In accordance with Article 108(1) of the Treaty, the Commission proposes that each Member State amends its existing aid schemes to conform with these Guidelines by 31 December 2015.

(127)

The Commission invites each Member State to give its explicit and unconditional agreement to the appropriate measures proposed in these Guidelines within two months from the date of publication of these Guidelines in the Official Journal of the European Union.

(128)

If a Member State does not give its explicit and unconditional agreement within the foreseen period, the Commission will assume that the Member State disagrees with the proposed measures. If a Member State disagrees with the proposed measures, the Commission will proceed in accordance with Article 19(2) of Regulation (EC) No 659/1999.

6.4.   Reporting and monitoring

(129)

The Commission reminds each Member State of its duty to submit annual reports to the Commission, as set out in Article 21 of Regulation (EC) No 659/1999 and Articles 5, 6, and 7 of Regulation (EC) No 794/2004.

(130)

The annual report must also include meteorological information about the type, timing, relative magnitude, and location of the natural disaster or adverse climatic event under Sections 4 and 5.3 as well as on prevention, control, and eradication programmes under Section 5.4. This reporting obligation only relates to ex ante framework schemes.

(131)

Each Member State must maintain detailed records on all of its aid measures. Such records must contain all information necessary to establish that the conditions set out in these Guidelines regarding, where applicable, eligibility and aid intensity have been observed. These records must be maintained for 10 years from the date of granting the aid and must be provided to the Commission upon request.

6.5.   Revision

(132)

The Commission may decide to review or change these Guidelines at any time, if this is necessary for reasons related to competition policy, other Union policies, international commitments, developments in the markets, or for any other justified reason.


(1)  Council Regulation (EC) No 659/1999 of 22 March 1999 laying down detailed rules for the application of Article 108 of the Treaty on the Functioning of the European Union (OJ L 83, 27.3.1999, p. 1).

(2)  Commission Regulation (EC) No 794/2004 of 21 April 2004 implementing Council Regulation (EC) No 659/1999 laying down detailed rules for the application of Article 93 of the EC Treaty (OJ L 140, 30.4.2004, p. 1).

(3)  Regulation (EU) No 508/2014 of the European Parliament and of the Council of 15 May 2014 on the European Maritime and Fisheries Fund and repealing Council Regulations (EC) No 2328/2003, (EC) No 861/2006, (EC) No 1198/2006 and (EC) No 791/2007 and Regulation (EU) No 1255/2011 of the European Parliament and of the Council (OJ L 149, 20.5.2014, p. 1).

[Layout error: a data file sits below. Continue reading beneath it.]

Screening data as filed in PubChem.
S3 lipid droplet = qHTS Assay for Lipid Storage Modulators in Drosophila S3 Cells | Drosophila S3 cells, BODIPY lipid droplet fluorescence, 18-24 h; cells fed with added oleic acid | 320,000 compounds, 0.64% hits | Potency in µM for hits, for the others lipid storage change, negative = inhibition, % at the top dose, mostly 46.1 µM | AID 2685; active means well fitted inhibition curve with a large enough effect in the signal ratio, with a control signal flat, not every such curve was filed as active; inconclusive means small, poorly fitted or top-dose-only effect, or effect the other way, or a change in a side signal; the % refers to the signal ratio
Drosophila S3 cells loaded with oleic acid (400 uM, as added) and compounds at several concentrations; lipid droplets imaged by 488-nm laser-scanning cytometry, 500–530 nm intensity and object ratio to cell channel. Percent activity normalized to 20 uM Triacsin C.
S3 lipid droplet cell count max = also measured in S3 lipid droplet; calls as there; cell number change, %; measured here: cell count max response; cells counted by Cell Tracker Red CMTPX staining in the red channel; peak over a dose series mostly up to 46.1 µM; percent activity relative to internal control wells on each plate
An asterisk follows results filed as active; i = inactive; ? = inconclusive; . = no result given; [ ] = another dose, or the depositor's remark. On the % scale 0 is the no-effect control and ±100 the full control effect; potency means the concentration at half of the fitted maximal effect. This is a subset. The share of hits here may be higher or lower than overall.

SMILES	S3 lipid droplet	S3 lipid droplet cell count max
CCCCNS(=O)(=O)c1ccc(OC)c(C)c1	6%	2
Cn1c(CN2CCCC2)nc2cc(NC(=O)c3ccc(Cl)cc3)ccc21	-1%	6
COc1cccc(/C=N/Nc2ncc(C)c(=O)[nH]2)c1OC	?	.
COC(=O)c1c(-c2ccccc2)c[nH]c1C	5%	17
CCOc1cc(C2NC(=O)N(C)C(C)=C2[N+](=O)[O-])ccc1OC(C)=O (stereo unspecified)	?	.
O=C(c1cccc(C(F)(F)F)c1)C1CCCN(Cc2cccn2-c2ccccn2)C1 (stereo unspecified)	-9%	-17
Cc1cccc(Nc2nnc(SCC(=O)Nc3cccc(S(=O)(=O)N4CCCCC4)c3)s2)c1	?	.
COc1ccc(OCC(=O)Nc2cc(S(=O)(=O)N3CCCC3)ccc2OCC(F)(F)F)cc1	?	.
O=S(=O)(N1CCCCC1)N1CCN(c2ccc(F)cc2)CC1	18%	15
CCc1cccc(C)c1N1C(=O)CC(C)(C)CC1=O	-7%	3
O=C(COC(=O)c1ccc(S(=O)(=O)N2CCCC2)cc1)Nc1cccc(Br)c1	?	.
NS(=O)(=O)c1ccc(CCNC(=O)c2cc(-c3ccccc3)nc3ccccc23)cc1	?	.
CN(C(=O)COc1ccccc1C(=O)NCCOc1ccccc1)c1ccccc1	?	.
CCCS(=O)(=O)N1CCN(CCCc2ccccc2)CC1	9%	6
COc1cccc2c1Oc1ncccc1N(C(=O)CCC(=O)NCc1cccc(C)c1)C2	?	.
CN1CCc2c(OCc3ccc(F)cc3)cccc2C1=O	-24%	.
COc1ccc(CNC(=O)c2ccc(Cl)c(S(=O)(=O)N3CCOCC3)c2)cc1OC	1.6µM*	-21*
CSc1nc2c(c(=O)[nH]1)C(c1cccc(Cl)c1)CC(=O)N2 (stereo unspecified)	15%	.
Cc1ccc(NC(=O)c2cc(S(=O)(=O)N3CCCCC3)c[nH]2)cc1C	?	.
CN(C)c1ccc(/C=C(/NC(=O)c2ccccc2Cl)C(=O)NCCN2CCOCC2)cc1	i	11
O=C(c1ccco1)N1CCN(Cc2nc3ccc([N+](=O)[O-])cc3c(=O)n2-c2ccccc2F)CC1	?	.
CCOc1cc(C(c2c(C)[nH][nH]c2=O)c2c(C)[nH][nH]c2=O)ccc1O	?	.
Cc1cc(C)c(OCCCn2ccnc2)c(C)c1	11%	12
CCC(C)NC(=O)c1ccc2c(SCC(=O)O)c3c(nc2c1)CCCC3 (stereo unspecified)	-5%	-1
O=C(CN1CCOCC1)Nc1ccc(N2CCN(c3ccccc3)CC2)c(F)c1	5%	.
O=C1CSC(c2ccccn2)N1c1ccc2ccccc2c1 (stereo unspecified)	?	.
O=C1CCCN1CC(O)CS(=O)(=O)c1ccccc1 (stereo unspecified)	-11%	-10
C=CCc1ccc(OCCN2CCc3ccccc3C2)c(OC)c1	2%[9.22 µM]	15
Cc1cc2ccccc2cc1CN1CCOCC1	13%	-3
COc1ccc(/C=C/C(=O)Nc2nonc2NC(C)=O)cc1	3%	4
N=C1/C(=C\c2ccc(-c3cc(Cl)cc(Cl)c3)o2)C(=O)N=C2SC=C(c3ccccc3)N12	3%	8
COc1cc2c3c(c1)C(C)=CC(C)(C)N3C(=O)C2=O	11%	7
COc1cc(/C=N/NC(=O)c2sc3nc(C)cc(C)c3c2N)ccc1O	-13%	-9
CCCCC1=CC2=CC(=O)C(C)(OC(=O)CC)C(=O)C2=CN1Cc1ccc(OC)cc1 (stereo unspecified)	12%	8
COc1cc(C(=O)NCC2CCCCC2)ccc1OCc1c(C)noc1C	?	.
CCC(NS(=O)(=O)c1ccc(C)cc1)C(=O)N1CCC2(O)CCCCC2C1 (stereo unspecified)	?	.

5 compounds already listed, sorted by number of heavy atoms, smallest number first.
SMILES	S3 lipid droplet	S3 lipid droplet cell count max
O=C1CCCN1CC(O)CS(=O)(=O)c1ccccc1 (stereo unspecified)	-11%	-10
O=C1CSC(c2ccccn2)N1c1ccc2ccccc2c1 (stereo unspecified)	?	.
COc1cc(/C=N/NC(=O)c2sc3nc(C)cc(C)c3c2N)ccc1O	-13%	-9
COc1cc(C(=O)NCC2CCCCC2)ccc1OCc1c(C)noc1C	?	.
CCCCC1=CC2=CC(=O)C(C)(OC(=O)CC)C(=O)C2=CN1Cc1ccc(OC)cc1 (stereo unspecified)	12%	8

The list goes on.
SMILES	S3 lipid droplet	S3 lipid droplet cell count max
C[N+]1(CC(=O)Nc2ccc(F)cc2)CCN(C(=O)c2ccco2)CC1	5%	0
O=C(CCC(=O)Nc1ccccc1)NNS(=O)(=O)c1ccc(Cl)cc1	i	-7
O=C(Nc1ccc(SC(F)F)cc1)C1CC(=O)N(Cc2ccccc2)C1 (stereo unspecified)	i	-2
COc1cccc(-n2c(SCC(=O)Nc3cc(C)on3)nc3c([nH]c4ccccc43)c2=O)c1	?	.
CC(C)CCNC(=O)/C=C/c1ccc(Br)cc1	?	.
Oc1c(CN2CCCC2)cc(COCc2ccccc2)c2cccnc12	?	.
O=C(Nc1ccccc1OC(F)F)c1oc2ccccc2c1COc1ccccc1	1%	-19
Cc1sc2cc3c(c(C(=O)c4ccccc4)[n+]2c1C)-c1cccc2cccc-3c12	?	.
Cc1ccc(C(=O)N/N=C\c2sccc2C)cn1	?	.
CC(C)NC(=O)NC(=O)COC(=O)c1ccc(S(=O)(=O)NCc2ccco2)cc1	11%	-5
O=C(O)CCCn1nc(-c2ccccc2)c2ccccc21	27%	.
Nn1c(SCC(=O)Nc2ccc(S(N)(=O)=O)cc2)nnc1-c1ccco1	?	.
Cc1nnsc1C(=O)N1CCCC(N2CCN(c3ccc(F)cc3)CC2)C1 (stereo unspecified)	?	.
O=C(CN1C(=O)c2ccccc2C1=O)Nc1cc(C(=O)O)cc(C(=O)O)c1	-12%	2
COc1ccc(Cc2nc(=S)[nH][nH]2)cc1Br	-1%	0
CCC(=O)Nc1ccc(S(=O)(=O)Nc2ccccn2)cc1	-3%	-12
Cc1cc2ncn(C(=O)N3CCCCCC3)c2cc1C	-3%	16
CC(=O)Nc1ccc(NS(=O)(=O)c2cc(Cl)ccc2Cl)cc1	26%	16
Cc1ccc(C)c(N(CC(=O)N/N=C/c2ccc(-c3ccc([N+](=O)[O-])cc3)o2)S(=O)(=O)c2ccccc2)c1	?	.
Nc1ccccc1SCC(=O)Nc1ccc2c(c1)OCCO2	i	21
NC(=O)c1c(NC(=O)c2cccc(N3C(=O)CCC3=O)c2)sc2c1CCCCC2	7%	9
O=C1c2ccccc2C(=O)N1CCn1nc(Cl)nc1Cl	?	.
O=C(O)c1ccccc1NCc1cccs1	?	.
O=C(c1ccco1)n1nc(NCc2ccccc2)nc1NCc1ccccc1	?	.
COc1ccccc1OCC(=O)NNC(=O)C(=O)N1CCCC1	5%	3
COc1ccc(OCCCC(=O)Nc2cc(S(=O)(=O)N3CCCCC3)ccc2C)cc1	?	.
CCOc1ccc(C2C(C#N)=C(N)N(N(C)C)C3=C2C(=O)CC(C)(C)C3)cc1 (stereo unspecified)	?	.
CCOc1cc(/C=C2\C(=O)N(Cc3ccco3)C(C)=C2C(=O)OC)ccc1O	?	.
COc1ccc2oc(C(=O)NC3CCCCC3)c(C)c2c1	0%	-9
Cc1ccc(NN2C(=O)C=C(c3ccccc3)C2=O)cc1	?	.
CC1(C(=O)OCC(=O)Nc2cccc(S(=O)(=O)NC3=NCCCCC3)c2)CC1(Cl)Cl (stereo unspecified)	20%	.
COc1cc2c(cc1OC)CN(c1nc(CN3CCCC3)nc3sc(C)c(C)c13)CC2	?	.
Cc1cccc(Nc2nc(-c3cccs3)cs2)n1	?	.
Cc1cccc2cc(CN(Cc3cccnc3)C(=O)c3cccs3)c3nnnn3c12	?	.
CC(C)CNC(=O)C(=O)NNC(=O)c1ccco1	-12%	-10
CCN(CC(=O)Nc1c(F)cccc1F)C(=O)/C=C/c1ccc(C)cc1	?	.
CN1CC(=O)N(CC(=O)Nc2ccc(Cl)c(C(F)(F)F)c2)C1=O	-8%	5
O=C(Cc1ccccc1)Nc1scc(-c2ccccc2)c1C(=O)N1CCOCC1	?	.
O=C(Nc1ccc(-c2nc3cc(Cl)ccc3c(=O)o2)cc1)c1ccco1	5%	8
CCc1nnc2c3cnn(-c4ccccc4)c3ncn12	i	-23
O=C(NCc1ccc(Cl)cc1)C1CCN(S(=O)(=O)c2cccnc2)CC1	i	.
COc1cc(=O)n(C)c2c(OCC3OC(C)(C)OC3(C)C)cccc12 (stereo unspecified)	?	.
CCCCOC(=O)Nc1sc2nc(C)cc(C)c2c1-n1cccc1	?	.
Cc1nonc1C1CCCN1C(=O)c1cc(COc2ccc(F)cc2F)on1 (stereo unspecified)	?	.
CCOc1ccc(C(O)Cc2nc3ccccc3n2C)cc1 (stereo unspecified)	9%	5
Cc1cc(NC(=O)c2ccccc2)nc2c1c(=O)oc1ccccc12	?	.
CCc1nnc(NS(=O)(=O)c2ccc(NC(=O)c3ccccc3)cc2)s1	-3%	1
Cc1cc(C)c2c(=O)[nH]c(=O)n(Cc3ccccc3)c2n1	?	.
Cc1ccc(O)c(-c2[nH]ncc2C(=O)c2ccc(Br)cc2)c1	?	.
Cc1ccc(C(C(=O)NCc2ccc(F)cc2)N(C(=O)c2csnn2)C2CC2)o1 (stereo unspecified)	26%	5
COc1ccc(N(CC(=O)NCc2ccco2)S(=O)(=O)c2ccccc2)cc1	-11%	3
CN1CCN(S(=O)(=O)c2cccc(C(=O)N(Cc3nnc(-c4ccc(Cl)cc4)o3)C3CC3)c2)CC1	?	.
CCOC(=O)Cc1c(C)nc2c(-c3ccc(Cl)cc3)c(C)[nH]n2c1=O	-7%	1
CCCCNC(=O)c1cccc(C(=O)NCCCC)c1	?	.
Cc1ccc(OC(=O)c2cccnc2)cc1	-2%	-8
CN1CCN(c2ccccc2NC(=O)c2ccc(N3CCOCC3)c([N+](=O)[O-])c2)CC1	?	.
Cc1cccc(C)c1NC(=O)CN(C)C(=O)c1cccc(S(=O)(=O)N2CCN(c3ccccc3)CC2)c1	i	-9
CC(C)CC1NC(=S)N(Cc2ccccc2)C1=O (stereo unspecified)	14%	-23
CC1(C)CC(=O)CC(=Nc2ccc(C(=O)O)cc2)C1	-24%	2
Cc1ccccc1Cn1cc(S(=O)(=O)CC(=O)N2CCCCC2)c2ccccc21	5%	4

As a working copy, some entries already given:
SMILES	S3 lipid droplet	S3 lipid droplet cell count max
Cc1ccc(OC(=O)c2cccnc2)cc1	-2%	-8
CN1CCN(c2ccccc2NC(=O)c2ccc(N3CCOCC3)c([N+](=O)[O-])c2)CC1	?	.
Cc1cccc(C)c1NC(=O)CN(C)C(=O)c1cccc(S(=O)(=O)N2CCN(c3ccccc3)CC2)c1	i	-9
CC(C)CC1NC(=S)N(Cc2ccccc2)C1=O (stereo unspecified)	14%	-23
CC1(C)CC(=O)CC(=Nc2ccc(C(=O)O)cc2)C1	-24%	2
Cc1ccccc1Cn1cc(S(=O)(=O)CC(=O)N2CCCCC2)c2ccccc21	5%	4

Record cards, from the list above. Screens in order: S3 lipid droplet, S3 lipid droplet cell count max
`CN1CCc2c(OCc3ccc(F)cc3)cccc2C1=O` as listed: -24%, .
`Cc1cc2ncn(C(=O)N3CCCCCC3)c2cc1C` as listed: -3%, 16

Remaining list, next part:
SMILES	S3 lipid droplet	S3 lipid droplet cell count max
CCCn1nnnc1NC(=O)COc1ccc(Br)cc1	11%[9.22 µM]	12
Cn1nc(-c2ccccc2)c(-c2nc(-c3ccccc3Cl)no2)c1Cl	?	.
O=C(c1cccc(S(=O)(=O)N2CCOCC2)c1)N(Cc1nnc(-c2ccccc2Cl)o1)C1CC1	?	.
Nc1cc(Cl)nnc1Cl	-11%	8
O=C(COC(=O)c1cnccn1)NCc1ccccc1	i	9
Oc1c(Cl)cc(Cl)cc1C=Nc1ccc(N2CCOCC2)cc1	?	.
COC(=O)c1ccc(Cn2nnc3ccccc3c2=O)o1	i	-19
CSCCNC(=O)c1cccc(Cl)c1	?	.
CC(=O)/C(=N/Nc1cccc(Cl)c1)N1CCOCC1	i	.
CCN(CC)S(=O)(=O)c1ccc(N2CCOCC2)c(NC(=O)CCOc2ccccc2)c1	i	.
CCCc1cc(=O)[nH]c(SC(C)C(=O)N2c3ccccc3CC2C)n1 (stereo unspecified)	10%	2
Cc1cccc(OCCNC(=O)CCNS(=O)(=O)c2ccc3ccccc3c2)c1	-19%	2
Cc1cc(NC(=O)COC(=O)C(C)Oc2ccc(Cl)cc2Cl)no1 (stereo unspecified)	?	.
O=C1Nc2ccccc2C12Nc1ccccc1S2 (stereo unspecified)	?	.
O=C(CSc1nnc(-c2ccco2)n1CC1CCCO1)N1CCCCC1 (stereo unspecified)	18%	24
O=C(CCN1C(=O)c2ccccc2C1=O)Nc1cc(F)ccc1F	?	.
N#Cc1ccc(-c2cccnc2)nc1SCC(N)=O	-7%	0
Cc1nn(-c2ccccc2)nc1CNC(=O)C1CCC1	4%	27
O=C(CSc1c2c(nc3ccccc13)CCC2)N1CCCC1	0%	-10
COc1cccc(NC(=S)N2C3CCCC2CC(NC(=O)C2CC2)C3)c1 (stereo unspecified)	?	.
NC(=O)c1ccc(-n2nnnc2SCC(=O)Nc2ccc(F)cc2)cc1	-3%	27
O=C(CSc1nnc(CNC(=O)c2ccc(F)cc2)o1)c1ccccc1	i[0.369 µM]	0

(4)  Commission Regulation (EU) No 1388/2014 of 16 December 2014 declaring certain categories of aid to undertakings active in the production, processing and marketing of fishery and aquaculture products compatible with the internal market in application of Articles 107 and 108 of the Treaty on the Functioning of the European Union (OJ L 369, 24.12.2014, p. 37).

(5)  Commission Regulation (EU) No 717/2014 of 27 June 2014 on the application of Articles 107 and 108 of the Treaty on the Functioning of the European Union to de minimis aid in the fishery and aquaculture sector (OJ L 190, 28.6.2014, p. 45).

(6)  Regulation (EU) No 1380/2013 of the European Parliament and of the Council of 11 December 2013 on the Common Fisheries Policy, amending Council Regulations (EC) No 1954/2003 and (EC) No 1224/2009 and repealing Council Regulations (EC) No 2371/2002 and (EC) No 639/2004 and Council Decision 2004/585/EC (OJ L 354, 28.12.2013, p. 22).

(7)  Communication of 8 May 2012 from the Commission to the European Parliament, the Council, the European Economic and Social Committee and the Committee of the Regions, EU State Aid Modernisation (SAM), COM(2012) 209 final.

(8)  Guidelines on regional State Aid for 2014-2020 (OJ C 209, 23.7.2013, p. 1). Those guidelines do not apply to the fishery and aquaculture sector.

(9)  Council Regulation (EC) No 994/98 of 7 May 1998 on the application of Articles 107 and 108 of the Treaty on the Functioning of the European Union to certain categories of horizontal State aid (OJ L 142, 14.5.1998, p. 1).

(10)  Commission Regulation (EU) No 651/2014 of 17 June 2014 declaring certain categories of aid compatible with the internal market in application of Articles 107 and 108 of the Treaty (OJ L 187, 26.6.2014, p. 1).

(11)  Judgment of the General Court of 16 October 2013, Télévision française 1 (TF1) v European Commission, T-275/11, ECLI:EU:T:2013:535, paragraphs 41-44.

(12)  Regulation (EU) 1379/2013 of the European Parliament and of the Council of 11 December 2013 on the common organisation of the markets in fishery and aquaculture products, amending Council Regulations (EC) No 1184/2006 and (EC) No 1224/2009 and repealing Council Regulation (EC) No 104/2000 (OJ L 354, 28.12.2013, p. 1).